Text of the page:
For the general anesthesia (GA) group, each patient was in supine position in operation room. Then, standard monitoring was used including pulse oximetry, pulse rate, noninvasive blood pressure (NIBP) monitoring and 3 lead electrocardiogram monitoring. Also, clinical monitoring of respiratory status was constantly performed. Afterwards, using fentanyl (1 µg/kg) and midazolam (30µg/kg) intravenously as premedication drugs, induction of GA was administered by incremental intravenous doses of thiopental (4 mg/kg) and atracurium (0.5 mg/kg). The trachea was intubated using a low pressure high volume tube (size 7) by direct laryngoscopy. The tracheal tube cuff was filled by air to 15-20 cm-H2O pressure until minimal leak occurred. The anesthesia was maintained by isoflurane (0.8-1 MAC). The residual of muscle relaxant was reversed by atropine (0.03 mg/kg) and neostigmine (0.07 mg/kg) after detection of minimal muscle contractions at the end of the procedure. The patients were extubated in fully awake and stable clinical condition.
Patient evaluation for the results of pregnancy outcome was performed by a different team who were unaware of patient group allocation. The evaluating teams were different from the executive team and evaluated the patients separately at two weeks and six weeks after IVF accordingly. The patients were evaluated regarding the pregnancy outcome using serum β-hCG test two weeks after IVF and sonographic evaluation six weeks after IVF. All the evaluations were performed by the same setting. Pregnancy confirmation was performed after approval of the two tests. The number of fertilized oocytes and embryos transferred in each group and also, the duration in which embryos were outside the controlled environments were kept similar as much as possible.
There was no difference between the two groups regarding basic characteristics; including age, weight, number of follicles, number of injections of human monocyte gonadotropin (hMG) body mass index (BMI), and duration of anesthesia (Table 1).
|Variables||General anesthesia (N = 100), Mean ± SD||Spinal anesthesia (N = 100), Mean ± SD||P value|
|Age, y||31 ± 5||30.4 ± 5.2||0.382|
|Weight, Kg||67 ± 8.8||67 ± 9.2||0.974|
|No of follicles||8.8 ± 3.2||8.9 ± 3.3||0.933|
|No of injections of human monocyte gonadotropin (hMG)||37.3 ± 10.9||34.7 ± 12.1||0.118|
|Body Mass Index (BMI)||25.9 ± 3.5||25.7 ± 3.6||0.719|
|Duration of Anesthesia||55.5 ± 12.7||58.1 ± 11.2||0.4|
The results of pregnancy outcome demonstrated that 15 of 100 patients (15%) in the general anesthesia group and 27 of 100 patients (27%) in the spinal anesthesia group had successful pregnancy after IVF; so, spinal anesthesia increased the chance of IVF success significantly (P value < 0.001; Chi Square).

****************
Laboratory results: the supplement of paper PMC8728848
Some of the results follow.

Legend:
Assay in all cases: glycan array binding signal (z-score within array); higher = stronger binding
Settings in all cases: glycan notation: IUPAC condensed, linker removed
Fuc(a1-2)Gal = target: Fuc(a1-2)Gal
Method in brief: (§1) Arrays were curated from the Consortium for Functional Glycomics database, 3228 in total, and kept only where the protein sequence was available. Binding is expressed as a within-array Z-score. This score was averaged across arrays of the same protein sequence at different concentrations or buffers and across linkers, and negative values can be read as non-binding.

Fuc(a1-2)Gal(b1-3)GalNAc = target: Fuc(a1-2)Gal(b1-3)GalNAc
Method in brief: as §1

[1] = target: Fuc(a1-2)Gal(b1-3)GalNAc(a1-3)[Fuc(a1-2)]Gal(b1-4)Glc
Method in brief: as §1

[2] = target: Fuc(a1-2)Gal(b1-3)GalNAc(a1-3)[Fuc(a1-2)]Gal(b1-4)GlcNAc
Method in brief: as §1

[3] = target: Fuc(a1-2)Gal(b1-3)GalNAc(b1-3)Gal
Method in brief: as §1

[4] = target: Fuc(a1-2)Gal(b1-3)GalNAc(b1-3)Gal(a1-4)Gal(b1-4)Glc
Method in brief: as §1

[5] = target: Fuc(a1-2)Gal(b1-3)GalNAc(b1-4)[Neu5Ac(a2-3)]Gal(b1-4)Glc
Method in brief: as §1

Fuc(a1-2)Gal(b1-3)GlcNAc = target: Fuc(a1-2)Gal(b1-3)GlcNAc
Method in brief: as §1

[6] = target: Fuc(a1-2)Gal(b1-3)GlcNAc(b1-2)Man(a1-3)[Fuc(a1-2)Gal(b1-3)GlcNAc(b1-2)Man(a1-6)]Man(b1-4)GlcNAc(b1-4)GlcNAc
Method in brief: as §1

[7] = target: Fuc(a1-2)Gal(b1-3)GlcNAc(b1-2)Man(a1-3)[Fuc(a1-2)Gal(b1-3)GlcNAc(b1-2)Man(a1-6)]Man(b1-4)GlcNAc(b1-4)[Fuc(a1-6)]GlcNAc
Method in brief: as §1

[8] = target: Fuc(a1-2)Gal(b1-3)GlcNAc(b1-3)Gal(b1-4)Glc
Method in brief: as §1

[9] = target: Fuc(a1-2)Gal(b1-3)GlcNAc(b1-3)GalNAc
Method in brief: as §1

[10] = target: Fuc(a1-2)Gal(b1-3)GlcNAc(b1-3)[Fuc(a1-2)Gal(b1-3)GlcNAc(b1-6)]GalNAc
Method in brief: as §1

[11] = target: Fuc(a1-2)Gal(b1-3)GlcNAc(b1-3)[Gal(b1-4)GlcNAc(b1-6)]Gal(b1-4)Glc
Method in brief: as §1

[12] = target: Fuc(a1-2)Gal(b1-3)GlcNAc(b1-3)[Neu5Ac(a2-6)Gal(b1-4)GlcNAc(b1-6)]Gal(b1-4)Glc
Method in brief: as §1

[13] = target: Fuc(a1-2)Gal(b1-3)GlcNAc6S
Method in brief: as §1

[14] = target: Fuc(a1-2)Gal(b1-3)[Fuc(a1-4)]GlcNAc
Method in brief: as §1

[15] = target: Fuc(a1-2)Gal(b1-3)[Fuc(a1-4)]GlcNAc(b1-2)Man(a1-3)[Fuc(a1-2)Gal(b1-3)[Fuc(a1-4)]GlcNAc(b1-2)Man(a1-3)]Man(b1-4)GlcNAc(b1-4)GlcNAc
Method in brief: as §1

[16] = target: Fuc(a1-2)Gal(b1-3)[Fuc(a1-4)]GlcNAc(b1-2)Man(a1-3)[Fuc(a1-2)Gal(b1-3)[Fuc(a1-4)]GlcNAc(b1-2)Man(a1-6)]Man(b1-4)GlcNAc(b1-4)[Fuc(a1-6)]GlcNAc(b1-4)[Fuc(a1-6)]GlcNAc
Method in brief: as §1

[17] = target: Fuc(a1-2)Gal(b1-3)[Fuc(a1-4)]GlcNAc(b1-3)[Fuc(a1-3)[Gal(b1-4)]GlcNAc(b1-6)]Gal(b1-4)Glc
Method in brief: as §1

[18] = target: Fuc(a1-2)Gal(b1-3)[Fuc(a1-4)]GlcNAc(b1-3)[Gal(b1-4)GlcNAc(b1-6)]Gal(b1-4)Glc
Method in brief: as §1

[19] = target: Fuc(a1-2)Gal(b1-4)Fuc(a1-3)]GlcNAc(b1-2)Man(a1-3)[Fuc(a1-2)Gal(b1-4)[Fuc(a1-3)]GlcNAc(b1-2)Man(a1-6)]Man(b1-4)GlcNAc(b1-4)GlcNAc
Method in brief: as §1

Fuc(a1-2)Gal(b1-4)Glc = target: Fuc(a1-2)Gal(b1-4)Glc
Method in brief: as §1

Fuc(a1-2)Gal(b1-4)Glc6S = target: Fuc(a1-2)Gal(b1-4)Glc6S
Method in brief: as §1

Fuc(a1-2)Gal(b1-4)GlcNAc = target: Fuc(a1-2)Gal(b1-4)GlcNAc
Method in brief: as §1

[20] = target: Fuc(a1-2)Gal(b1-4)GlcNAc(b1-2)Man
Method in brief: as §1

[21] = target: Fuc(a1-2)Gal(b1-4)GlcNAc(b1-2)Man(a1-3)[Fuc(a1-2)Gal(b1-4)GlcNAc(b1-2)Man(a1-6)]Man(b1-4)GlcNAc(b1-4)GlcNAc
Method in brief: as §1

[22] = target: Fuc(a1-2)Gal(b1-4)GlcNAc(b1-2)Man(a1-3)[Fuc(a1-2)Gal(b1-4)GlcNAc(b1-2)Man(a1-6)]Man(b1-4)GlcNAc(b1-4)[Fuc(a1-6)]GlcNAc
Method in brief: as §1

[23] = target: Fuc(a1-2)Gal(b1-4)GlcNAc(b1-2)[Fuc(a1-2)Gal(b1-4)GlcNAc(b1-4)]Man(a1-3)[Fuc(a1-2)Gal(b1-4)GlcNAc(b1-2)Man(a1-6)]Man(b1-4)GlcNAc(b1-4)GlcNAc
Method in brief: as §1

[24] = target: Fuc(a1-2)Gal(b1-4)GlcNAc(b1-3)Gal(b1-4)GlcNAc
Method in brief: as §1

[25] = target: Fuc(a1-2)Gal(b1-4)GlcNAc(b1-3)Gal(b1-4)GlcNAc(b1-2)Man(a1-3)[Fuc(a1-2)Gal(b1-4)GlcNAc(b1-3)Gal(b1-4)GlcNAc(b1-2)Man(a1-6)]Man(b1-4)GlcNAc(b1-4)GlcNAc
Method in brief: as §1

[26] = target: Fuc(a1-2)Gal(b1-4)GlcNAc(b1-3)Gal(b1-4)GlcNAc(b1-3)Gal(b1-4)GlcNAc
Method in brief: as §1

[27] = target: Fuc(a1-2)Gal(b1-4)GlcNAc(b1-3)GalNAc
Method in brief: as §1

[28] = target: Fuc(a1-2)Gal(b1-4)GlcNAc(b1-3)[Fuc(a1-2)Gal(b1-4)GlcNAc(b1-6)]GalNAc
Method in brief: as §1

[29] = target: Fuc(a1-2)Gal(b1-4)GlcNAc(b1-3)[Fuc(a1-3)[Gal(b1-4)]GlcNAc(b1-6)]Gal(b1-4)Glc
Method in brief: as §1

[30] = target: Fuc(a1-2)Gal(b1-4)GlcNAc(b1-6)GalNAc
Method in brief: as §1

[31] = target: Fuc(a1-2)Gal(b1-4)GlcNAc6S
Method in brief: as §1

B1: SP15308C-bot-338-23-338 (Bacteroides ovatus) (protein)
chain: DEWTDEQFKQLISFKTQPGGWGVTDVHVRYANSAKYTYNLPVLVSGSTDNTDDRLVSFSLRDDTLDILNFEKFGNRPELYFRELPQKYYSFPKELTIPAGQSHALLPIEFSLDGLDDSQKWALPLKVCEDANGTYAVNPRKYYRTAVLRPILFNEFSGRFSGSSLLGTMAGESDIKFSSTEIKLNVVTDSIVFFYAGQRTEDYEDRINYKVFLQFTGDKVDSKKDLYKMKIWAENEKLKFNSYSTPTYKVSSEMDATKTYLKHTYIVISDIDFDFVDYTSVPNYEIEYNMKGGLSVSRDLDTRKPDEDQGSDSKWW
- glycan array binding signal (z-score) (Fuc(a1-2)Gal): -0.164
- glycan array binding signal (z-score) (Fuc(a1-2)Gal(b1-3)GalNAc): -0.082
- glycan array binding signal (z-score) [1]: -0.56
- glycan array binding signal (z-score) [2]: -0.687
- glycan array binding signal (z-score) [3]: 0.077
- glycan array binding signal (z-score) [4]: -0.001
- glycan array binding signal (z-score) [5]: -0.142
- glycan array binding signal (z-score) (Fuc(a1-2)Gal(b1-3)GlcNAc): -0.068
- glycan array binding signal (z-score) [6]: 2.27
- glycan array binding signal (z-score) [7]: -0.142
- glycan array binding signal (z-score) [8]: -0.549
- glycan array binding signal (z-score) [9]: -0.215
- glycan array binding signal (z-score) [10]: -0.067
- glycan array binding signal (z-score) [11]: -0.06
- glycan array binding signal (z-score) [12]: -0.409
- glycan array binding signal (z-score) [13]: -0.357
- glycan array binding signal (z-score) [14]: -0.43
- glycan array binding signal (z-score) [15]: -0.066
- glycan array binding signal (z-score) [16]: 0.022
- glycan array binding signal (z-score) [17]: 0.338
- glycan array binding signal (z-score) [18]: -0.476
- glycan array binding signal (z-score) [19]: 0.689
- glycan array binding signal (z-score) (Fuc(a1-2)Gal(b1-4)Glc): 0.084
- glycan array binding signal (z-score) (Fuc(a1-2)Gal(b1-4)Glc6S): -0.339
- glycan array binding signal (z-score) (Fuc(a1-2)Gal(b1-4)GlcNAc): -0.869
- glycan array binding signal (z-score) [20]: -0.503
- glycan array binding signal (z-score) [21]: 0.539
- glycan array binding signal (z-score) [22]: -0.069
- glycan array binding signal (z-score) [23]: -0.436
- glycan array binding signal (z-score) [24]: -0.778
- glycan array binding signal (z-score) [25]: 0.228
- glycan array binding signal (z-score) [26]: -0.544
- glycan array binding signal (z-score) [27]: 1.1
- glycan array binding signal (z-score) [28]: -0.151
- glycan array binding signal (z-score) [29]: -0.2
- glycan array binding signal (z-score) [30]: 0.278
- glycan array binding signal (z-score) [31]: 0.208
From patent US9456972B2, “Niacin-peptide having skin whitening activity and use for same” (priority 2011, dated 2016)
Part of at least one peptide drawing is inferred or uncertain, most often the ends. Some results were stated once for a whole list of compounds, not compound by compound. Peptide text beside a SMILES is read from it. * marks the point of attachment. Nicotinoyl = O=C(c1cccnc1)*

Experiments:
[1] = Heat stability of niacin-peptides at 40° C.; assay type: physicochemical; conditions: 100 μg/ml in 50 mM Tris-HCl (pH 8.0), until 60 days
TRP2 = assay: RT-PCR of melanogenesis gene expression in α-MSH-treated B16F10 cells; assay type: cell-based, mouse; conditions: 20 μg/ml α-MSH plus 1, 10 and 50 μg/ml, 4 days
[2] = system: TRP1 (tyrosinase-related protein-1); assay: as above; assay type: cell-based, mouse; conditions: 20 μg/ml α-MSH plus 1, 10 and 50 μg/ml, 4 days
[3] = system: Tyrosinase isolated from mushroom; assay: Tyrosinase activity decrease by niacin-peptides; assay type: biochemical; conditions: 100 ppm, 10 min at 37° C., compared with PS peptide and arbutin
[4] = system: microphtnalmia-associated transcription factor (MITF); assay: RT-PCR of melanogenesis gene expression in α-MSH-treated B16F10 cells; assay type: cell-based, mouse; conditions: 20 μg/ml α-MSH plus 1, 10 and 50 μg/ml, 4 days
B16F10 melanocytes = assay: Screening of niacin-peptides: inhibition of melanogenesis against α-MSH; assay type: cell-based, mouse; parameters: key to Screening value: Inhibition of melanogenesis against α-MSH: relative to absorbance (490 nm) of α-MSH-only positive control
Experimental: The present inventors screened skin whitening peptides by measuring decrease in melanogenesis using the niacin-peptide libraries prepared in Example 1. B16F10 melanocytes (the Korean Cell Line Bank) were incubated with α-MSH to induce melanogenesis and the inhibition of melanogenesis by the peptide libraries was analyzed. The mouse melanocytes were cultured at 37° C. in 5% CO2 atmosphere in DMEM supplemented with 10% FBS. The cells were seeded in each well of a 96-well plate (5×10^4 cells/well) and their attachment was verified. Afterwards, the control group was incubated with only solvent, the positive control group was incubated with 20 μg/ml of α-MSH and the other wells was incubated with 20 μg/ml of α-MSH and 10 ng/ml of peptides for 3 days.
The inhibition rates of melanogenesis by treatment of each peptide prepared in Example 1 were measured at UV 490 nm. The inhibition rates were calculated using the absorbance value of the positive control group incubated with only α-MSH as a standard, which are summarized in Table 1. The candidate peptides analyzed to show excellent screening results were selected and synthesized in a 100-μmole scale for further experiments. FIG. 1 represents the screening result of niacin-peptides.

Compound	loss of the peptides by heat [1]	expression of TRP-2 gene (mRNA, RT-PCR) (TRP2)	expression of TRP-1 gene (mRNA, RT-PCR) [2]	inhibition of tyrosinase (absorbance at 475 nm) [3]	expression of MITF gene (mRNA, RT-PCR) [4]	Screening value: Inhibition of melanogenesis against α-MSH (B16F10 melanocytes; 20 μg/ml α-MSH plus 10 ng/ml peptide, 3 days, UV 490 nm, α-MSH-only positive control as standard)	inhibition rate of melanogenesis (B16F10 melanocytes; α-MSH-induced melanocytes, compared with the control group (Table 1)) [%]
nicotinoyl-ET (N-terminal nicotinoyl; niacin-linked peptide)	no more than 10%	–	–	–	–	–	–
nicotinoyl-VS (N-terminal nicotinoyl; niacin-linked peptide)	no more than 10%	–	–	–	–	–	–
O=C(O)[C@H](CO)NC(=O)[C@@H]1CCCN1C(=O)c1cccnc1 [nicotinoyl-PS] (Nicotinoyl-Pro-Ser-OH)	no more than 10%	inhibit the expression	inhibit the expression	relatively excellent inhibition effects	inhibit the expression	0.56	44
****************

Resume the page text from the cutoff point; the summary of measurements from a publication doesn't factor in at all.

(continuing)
The results of this study demonstrated that spinal anesthesia can increase the chance of fertilization success. This study suggests that the method of anesthesia could affect the outcome of pregnancy in IVF patient, and this is a new fact which could have important clinical messages accompanied with a number of new questions to be answered in the light of the findings of this study. So, in women undergoing IVF, the anesthesia method would have determining effects, possibly due to the effects of anesthetic drugs and the effects of the anesthesia on the physiologic status of the patients. It has been mentioned that "a combination of propofol, fentanyl, and midazolam is used frequently" in IVF patients with "a relatively low risk for adverse effects on oocyte and embryo quality and pregnancy rates" (1, 2, 16, 17). However, our study demonstrated that the effects of spinal anesthesia on the IVF outcome are even much better. In a study performed on fifty patients scheduled for IVF by Circeo et al, it was demonstrated that “there was no need to use midazolam or larger doses of fentanyl to obtain patient comfort and prevent recall” and this finding implies that patients undergoing general anesthesia or intravenous sedation receive extra doses of anesthetic agents; while there is no need for it and patients undergoing regional anesthesia would not receive such doses to be protected from the anesthetic drug side effects (2). This finding would be in favor of our study. Similar findings have been previously demonstrated by Liu et al (18). In all of these findings, it is explained that “Oocyte retrieval though being a short procedure is preferably performed in ambulatory setting and would necessitate rapid recovery from anesthesia with short recovery and minimal side effects” (2). This study also would be in favor of using regional anesthesia instead of general anesthesia. Besides, it is well determined that general anesthesia is associated with adverse outcomes in IVF for oocyte retrieval (17). There is another study comparing the pregnancy rates among “139 women who received epidural anesthesia, 120women who had paracervical block, and 173 who had general anesthesia with nitrous oxide for oocyte retrieval”; this study demonstrated that “women who had received general anesthesia had significantly lower pregnancy rates compared to the two other groups” (19). This is also in favor of our study to use regional anesthesia instead of general anesthesia.
Conscious sedation and analgesia has been declared as one of several methods used to relieve pain in IVF (20); however, none has been compared with spinal anesthesia and also, none of them has assessed the effect of intravenous anesthetic drugs on the fetus and its survival. This is a very important question and one of the main questions about the anesthetic drugs used for IVF procedures is their effects on the oocyte and the embryo (21, 22). However, when we administer local anesthetics in the subarachnoid space and use spinal anesthesia for these patients, the blood level of the anesthetic drugs is really very much lower (23-25), and this is the most possible explanation for the findings of our study in which the outcome is better for the spinal anesthesia group. This explanation for our findings shows higher chance of IVF success in such patients; this would be in concordance with a number of other similar studies (4, 7, 26).
5.1. Study Limitations
If we were able to assess endometrial thickness and it could be considered and defined in each group; it could be a good comparison for assessment between the two groups since endometrial thickness has an important role for success in outcome of pregnancy. However, our study lacks this assessment. Finally, our research demonstrated that in patients undergoing IVF, spinal anesthesia is much more effective than general anesthesia in the success of pregnancy outcome.